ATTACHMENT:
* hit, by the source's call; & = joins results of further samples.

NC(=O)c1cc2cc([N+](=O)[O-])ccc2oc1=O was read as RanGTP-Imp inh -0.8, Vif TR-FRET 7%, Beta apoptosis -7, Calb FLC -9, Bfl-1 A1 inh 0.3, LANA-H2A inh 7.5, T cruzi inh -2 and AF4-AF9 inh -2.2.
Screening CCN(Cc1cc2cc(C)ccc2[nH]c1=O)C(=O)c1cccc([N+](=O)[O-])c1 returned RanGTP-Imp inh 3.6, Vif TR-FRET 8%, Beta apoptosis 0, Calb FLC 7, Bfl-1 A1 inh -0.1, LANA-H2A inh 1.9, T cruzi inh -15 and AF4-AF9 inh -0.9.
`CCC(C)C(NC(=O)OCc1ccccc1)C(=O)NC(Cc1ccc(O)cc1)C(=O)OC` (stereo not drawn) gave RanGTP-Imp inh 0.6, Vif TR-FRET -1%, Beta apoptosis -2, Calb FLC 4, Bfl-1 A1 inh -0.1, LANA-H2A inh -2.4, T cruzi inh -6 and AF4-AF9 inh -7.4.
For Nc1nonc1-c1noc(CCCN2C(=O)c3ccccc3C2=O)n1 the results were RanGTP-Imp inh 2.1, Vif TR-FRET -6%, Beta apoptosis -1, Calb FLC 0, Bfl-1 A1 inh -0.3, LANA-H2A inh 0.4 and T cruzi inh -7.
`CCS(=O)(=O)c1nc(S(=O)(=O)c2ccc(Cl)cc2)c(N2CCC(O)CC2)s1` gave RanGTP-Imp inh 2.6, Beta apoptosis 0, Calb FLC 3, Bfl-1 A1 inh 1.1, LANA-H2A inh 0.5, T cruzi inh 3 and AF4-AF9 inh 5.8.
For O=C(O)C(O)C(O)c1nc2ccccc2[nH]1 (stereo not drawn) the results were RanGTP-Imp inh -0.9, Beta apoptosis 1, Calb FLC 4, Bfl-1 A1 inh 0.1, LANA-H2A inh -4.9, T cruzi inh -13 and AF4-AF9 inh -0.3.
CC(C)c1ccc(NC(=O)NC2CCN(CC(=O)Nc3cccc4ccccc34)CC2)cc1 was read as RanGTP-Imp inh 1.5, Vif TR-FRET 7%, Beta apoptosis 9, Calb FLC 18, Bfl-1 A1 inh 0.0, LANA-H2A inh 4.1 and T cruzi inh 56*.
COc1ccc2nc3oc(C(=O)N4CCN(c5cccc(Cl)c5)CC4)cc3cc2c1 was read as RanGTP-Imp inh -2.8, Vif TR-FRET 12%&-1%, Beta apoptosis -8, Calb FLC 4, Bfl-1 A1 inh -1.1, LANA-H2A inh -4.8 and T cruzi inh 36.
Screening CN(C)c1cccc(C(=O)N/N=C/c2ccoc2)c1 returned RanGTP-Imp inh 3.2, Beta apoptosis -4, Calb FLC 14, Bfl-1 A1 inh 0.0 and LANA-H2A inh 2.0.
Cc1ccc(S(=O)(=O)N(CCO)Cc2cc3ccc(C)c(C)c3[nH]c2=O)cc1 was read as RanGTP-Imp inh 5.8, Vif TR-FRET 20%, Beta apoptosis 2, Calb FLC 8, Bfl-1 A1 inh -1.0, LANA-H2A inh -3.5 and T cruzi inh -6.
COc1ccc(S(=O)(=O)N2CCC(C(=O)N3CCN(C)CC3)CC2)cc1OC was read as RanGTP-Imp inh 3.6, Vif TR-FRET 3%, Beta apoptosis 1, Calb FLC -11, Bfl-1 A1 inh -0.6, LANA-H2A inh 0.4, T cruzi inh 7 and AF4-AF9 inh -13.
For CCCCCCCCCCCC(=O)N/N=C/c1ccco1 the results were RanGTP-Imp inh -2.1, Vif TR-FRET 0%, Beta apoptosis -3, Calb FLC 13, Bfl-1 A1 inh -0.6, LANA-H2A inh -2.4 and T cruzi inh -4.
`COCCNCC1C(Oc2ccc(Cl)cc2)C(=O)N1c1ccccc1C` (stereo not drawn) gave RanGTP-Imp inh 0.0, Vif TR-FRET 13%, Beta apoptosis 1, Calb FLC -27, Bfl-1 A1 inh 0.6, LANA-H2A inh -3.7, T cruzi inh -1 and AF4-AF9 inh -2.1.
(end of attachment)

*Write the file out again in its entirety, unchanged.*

* hit, by the source's call; & = joins results of further samples.

NC(=O)c1cc2cc([N+](=O)[O-])ccc2oc1=O was read as RanGTP-Imp inh -0.8, Vif TR-FRET 7%, Beta apoptosis -7, Calb FLC -9, Bfl-1 A1 inh 0.3, LANA-H2A inh 7.5, T cruzi inh -2 and AF4-AF9 inh -2.2.
Screening CCN(Cc1cc2cc(C)ccc2[nH]c1=O)C(=O)c1cccc([N+](=O)[O-])c1 returned RanGTP-Imp inh 3.6, Vif TR-FRET 8%, Beta apoptosis 0, Calb FLC 7, Bfl-1 A1 inh -0.1, LANA-H2A inh 1.9, T cruzi inh -15 and AF4-AF9 inh -0.9.
`CCC(C)C(NC(=O)OCc1ccccc1)C(=O)NC(Cc1ccc(O)cc1)C(=O)OC` (stereo not drawn) gave RanGTP-Imp inh 0.6, Vif TR-FRET -1%, Beta apoptosis -2, Calb FLC 4, Bfl-1 A1 inh -0.1, LANA-H2A inh -2.4, T cruzi inh -6 and AF4-AF9 inh -7.4.
For Nc1nonc1-c1noc(CCCN2C(=O)c3ccccc3C2=O)n1 the results were RanGTP-Imp inh 2.1, Vif TR-FRET -6%, Beta apoptosis -1, Calb FLC 0, Bfl-1 A1 inh -0.3, LANA-H2A inh 0.4 and T cruzi inh -7.
`CCS(=O)(=O)c1nc(S(=O)(=O)c2ccc(Cl)cc2)c(N2CCC(O)CC2)s1` gave RanGTP-Imp inh 2.6, Beta apoptosis 0, Calb FLC 3, Bfl-1 A1 inh 1.1, LANA-H2A inh 0.5, T cruzi inh 3 and AF4-AF9 inh 5.8.
For O=C(O)C(O)C(O)c1nc2ccccc2[nH]1 (stereo not drawn) the results were RanGTP-Imp inh -0.9, Beta apoptosis 1, Calb FLC 4, Bfl-1 A1 inh 0.1, LANA-H2A inh -4.9, T cruzi inh -13 and AF4-AF9 inh -0.3.
CC(C)c1ccc(NC(=O)NC2CCN(CC(=O)Nc3cccc4ccccc34)CC2)cc1 was read as RanGTP-Imp inh 1.5, Vif TR-FRET 7%, Beta apoptosis 9, Calb FLC 18, Bfl-1 A1 inh 0.0, LANA-H2A inh 4.1 and T cruzi inh 56*.
COc1ccc2nc3oc(C(=O)N4CCN(c5cccc(Cl)c5)CC4)cc3cc2c1 was read as RanGTP-Imp inh -2.8, Vif TR-FRET 12%&-1%, Beta apoptosis -8, Calb FLC 4, Bfl-1 A1 inh -1.1, LANA-H2A inh -4.8 and T cruzi inh 36.
Screening CN(C)c1cccc(C(=O)N/N=C/c2ccoc2)c1 returned RanGTP-Imp inh 3.2, Beta apoptosis -4, Calb FLC 14, Bfl-1 A1 inh 0.0 and LANA-H2A inh 2.0.
Cc1ccc(S(=O)(=O)N(CCO)Cc2cc3ccc(C)c(C)c3[nH]c2=O)cc1 was read as RanGTP-Imp inh 5.8, Vif TR-FRET 20%, Beta apoptosis 2, Calb FLC 8, Bfl-1 A1 inh -1.0, LANA-H2A inh -3.5 and T cruzi inh -6.
COc1ccc(S(=O)(=O)N2CCC(C(=O)N3CCN(C)CC3)CC2)cc1OC was read as RanGTP-Imp inh 3.6, Vif TR-FRET 3%, Beta apoptosis 1, Calb FLC -11, Bfl-1 A1 inh -0.6, LANA-H2A inh 0.4, T cruzi inh 7 and AF4-AF9 inh -13.
For CCCCCCCCCCCC(=O)N/N=C/c1ccco1 the results were RanGTP-Imp inh -2.1, Vif TR-FRET 0%, Beta apoptosis -3, Calb FLC 13, Bfl-1 A1 inh -0.6, LANA-H2A inh -2.4 and T cruzi inh -4.
`COCCNCC1C(Oc2ccc(Cl)cc2)C(=O)N1c1ccccc1C` (stereo not drawn) gave RanGTP-Imp inh 0.0, Vif TR-FRET 13%, Beta apoptosis 1, Calb FLC -27, Bfl-1 A1 inh 0.6, LANA-H2A inh -3.7, T cruzi inh -1 and AF4-AF9 inh -2.1.